A British demand to use aid money to repair hurricane damage to its semi-autonomous territories in the Caribbean looks set to be blocked. Donor countries meeting today in Paris to hammer out new rules on international aid will not agree the proposals, but may consider them later, according to multiple sources.
The British want spending to help Anguilla, the Turks and Caicos Islands, and the British Virgin Islands to come from its aid budget. This could then count towards the 0.7 percent of gross national income target set by UK law. Britain’s International Development Secretary Priti Patel argued that hurricanes Maria and Irmajustified a waiver: this unprecedented event shows the need to consider how the impact of a natural disaster on a territory should lead to a change in how that territory [is] defined in ODA terms.
Britain needs other major donor countries to agree by consensus any change to what counts as aid, or Official Development Assistance (ODA). Britain uses definitions agreed at the Paris-based Organisation for Economic Cooperation and Development (OECD) and cannot change them unilaterally. Spending in middle- and low-income countries can count as ODA. However, the three Caribbean territories Patel mentioned fall in the high-income category, so any assistance sent to them cannot be accounted for as part of the global $146 billion annual ODA spend. The details get thrashed out in the OECD’s 30-member Development Assistance Committee (DAC), whose annual high-level meeting opened today.
London faces large bills in repairing damage from the hurricanes and already deployed relief and military clean-up teams. The shock to the islands might in time drive them temporarily into middle-income status, but the statistics will take years to show the change, so the British argue that getting them back on their feet should count as ODA. Some high-income small island states such as Barbados also support an ODA rule change due to their vulnerability.
The measure was never likely to pass immediately, given the slow pace of decision-making at the OECD, and the UK’s failure to pick up support in the key donor club before this week’s meeting, several sources said. DAC members may feel “uncomfortable”, and that it’s “premature” to “improvise” ODA eligibility rules at such short notice, according to Julie Seghers, OECD advocacy officer with Oxfam. Another analyst, speaking on condition of anonymity, said pressure from the British populist press drove Patel’s ill-judged negotiating strategy.
Observers say the proposal is now likely to be rolled into a broader discussion (and possibly return to the agenda at next year’s meeting) about how disasters and economic shocks can cause setbacks to higher-income countries that are ineligible for aid.
It’s a “difficult time for the defenders of aid, said Seghers, alluding to the pressure donor agencies are under, for example to use aid budgets to meet political priorities about migration and security.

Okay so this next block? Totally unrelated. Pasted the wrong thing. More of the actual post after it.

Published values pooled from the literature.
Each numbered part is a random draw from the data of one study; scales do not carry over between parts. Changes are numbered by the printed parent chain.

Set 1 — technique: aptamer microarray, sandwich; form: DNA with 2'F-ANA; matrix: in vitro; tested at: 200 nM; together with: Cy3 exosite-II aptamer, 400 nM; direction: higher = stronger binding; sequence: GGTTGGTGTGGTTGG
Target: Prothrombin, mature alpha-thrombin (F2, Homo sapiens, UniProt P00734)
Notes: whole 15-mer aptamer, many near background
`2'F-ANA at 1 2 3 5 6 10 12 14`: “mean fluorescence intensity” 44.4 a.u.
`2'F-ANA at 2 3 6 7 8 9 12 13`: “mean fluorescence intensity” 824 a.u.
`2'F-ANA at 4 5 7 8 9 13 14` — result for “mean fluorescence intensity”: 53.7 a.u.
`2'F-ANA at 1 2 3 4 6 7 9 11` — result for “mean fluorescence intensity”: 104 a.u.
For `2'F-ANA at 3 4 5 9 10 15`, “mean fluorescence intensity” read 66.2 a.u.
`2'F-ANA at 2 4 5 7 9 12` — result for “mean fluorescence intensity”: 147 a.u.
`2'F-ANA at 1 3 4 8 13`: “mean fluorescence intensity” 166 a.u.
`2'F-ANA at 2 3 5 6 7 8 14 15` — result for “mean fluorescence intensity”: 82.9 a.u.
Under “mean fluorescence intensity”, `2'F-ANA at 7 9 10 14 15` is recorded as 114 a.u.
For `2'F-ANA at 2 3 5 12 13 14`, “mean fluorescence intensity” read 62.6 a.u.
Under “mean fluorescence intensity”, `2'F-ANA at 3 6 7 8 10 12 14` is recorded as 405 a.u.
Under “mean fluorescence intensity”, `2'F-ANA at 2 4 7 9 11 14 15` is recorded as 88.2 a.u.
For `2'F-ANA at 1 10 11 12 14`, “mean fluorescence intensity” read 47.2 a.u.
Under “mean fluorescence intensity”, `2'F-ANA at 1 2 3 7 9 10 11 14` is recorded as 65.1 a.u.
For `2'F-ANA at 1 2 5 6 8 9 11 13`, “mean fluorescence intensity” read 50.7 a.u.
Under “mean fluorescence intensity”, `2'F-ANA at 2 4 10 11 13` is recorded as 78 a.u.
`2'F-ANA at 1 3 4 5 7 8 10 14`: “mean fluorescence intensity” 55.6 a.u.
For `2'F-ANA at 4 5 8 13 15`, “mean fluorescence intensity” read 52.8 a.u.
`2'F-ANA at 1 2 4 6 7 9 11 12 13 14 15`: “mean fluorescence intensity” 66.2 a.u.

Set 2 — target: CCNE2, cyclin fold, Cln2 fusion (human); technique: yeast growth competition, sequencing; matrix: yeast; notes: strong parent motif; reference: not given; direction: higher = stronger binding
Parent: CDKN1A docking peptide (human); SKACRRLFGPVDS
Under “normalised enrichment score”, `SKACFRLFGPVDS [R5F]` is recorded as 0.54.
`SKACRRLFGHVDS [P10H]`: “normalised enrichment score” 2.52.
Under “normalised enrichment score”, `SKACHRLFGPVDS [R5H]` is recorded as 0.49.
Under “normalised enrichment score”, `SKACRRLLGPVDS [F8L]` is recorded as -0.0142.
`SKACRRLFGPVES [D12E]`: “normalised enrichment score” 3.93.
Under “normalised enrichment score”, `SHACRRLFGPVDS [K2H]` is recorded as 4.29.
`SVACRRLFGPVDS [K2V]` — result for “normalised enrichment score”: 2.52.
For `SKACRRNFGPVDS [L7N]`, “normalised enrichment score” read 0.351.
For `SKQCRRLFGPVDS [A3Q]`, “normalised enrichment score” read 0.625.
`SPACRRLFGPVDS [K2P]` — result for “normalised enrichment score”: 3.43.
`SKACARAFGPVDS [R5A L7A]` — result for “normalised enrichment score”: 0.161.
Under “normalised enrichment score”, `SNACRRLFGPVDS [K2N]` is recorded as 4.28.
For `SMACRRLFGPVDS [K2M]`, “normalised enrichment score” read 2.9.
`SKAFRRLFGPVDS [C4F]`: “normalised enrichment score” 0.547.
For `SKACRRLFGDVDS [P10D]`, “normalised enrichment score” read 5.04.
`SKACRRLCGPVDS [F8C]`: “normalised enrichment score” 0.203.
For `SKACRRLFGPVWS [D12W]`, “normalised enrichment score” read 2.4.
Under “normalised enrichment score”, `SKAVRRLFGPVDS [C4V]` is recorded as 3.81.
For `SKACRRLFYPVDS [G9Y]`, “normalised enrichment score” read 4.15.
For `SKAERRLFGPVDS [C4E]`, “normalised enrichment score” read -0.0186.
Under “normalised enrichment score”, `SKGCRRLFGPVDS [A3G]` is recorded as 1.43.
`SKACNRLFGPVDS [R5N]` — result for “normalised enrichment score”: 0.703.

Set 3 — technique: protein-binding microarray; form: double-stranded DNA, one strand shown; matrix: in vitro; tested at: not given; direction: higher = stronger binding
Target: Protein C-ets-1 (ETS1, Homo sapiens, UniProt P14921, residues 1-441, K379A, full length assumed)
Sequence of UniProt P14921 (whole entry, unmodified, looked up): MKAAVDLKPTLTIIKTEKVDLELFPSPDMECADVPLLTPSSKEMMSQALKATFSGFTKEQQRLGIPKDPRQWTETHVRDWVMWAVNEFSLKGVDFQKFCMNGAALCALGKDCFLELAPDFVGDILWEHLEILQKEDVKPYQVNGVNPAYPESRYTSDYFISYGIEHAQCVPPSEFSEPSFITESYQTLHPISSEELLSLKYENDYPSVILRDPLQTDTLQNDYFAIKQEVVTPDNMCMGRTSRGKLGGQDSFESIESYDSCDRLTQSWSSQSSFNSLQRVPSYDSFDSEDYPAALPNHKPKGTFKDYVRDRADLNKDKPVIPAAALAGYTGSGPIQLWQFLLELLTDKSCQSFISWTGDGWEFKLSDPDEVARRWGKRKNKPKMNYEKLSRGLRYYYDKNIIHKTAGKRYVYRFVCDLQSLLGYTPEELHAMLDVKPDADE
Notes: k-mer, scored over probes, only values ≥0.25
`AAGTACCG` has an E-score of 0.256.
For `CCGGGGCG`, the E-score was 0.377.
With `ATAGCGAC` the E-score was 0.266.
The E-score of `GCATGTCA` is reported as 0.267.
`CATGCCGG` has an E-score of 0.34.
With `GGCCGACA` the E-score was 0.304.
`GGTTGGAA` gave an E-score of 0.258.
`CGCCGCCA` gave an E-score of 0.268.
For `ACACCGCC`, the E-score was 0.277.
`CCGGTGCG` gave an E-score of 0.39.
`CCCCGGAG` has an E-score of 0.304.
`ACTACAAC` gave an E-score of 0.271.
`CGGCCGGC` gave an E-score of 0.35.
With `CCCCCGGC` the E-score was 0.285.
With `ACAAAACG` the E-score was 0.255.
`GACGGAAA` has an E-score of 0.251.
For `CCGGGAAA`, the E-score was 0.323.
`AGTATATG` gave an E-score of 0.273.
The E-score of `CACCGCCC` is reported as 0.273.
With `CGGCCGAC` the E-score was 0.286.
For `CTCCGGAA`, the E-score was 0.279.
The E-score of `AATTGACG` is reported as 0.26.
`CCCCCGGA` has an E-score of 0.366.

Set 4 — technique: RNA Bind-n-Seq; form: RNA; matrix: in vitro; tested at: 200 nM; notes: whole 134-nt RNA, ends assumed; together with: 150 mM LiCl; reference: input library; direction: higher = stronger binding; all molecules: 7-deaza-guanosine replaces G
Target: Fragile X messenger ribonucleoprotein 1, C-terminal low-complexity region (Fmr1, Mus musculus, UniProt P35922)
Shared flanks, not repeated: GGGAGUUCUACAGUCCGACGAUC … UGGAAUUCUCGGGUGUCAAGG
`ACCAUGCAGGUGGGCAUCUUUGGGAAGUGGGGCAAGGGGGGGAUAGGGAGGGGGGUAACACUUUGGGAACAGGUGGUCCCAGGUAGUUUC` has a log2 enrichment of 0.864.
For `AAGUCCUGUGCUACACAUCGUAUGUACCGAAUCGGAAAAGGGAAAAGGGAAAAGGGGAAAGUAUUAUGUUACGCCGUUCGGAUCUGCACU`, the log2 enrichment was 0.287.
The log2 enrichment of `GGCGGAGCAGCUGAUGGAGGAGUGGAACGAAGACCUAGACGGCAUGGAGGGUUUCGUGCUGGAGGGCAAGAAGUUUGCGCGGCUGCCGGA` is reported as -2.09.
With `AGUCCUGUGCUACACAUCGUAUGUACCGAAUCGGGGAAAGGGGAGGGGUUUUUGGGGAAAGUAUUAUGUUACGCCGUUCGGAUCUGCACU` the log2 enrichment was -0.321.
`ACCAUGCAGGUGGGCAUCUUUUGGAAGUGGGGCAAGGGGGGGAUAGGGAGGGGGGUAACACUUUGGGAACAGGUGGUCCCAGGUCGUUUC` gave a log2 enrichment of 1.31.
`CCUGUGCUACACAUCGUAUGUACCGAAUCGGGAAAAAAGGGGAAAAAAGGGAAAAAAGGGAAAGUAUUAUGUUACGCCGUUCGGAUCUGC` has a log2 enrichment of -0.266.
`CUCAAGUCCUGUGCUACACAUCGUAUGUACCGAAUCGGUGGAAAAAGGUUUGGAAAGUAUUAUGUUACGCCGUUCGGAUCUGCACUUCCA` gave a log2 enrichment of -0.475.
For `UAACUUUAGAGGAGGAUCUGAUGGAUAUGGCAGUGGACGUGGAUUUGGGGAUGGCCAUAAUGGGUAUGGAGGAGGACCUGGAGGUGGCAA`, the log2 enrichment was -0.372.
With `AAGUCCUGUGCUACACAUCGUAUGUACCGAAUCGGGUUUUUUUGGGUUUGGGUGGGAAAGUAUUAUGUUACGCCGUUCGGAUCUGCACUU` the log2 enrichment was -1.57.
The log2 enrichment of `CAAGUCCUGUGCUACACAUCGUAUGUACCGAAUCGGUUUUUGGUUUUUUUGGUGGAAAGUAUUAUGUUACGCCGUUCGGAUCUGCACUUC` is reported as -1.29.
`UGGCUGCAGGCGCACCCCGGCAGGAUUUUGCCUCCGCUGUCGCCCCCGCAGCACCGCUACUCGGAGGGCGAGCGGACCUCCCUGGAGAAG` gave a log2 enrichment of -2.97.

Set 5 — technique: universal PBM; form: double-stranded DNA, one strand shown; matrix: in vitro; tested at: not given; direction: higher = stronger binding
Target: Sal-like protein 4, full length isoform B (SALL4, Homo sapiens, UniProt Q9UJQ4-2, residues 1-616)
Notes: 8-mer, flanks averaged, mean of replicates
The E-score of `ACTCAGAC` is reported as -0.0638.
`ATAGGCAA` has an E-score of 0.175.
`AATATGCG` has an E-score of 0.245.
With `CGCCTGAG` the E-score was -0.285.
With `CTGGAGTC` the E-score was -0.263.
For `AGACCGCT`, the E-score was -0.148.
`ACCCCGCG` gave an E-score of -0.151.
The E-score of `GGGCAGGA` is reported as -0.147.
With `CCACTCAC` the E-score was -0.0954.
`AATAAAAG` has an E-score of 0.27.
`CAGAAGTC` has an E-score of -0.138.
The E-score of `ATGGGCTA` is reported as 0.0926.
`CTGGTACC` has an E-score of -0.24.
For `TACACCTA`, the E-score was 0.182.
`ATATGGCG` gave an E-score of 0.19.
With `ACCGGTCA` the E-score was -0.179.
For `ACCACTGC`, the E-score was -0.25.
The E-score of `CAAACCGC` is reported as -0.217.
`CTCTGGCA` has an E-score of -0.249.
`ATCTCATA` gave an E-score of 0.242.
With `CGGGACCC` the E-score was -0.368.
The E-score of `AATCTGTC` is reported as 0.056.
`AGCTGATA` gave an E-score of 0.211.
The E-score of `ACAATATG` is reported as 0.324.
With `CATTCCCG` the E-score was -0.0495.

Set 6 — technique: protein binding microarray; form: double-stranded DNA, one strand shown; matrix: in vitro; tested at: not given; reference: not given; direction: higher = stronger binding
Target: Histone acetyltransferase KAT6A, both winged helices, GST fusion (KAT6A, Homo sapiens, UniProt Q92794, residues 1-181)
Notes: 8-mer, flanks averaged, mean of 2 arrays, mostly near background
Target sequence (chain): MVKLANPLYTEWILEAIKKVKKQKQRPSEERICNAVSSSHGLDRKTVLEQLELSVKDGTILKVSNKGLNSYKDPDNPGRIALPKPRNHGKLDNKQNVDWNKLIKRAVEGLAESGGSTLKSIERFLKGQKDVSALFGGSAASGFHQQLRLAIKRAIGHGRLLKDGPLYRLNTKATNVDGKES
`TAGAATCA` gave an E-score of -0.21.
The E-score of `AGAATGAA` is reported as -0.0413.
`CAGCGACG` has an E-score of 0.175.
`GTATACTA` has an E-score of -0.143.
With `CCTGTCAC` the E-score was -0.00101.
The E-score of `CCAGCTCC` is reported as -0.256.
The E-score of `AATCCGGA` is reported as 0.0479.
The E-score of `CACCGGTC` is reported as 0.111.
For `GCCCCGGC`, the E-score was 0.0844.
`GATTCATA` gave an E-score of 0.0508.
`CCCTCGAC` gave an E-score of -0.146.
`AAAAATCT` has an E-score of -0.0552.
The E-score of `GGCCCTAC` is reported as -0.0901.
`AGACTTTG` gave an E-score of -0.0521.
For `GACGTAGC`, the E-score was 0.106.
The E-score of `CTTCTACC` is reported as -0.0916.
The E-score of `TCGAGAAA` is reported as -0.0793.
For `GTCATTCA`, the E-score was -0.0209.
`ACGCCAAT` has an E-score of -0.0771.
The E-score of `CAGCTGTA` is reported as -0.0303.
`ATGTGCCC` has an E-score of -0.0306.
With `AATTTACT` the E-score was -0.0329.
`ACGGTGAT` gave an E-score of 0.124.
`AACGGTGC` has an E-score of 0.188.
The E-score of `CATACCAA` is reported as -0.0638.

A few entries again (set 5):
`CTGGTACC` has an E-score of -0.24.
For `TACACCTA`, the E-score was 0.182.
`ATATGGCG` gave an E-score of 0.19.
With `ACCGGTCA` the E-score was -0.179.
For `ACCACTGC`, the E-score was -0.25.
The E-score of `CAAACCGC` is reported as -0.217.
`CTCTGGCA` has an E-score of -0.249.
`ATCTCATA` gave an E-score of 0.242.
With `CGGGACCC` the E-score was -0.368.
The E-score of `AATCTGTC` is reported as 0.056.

Amy Dodd, director of the lobby group UK Aid Network, told IRIN the DAC has a key role to hold the line on “what you count and how you count it” and to ensure a level playing field amongst donors. The DAC is “fundamentally an accounting exercise”, she said, describing it as “inherently political but quite technical”.
Overall, there’s a “risk of ODA being diluted” away from core poverty reduction and sustainable development, Seghers warned, adding that DAC members ought to be the “custodians” of a principled approach, of keeping “clear boundaries” on what should and should not count as aid.
Even before dealing with the British waiver concept, DAC members were at least “keen to move ahead” with “clearer rules” on other outstanding issues, Seghers said. However, sources told IRIN that despite two years of discussion, agreement is also elusive in two important areas:
In-country refugee costs
Receiving new refugees in a developed economy can get expensive � it takes a range of processing, welfare, and integration programmes. Donors are allowed to count one year of these costs as part of their official aid, even though it’s all spent at home. As IRIN reported earlier this year, this provision has been jumped on by many European donors, some say excessively, and now accounts for $15.4 billion a year � astonishingly, more than the total of emergency aid sent abroad (about $14.4 billion). In Paris this week, these rules will be clarified. IRIN understands from those close to the process that security-related costs (police, border security, deportations, and detention) are out. However, there’s a last sticking point: how to treat the processing of asylum-seekers who don’t qualify as refugees. Should that be allowed, the rule (or loophole, depending on your point of view) will have been significantly widened.
Private sector instruments
If a donor guarantees a loan for a company working in a poor and risky country, or a development bank buys shares in a garment factory in sub-Saharan Africa, which part of that can be called ODA? Oxfam and other NGOs have listed concerns about private sector proposals that “blur the lines on commercial interests”, lack human rights and environmental safeguards, and are “way too generous” to donors, according to Seghers. Technical debates on these issue will not conclude this week, sources told IRIN.
The inclusion of two NGO representatives in the DAC talks this week � UK Aid Group’s Dodd and Tony Tujan of Filipino NGO IBON Foundation � is seen as a welcome but modest improvement in transparency. But Seghers called for greater scrutiny still of the DAC’s work: “We need more public debate about what aid is actually meant for.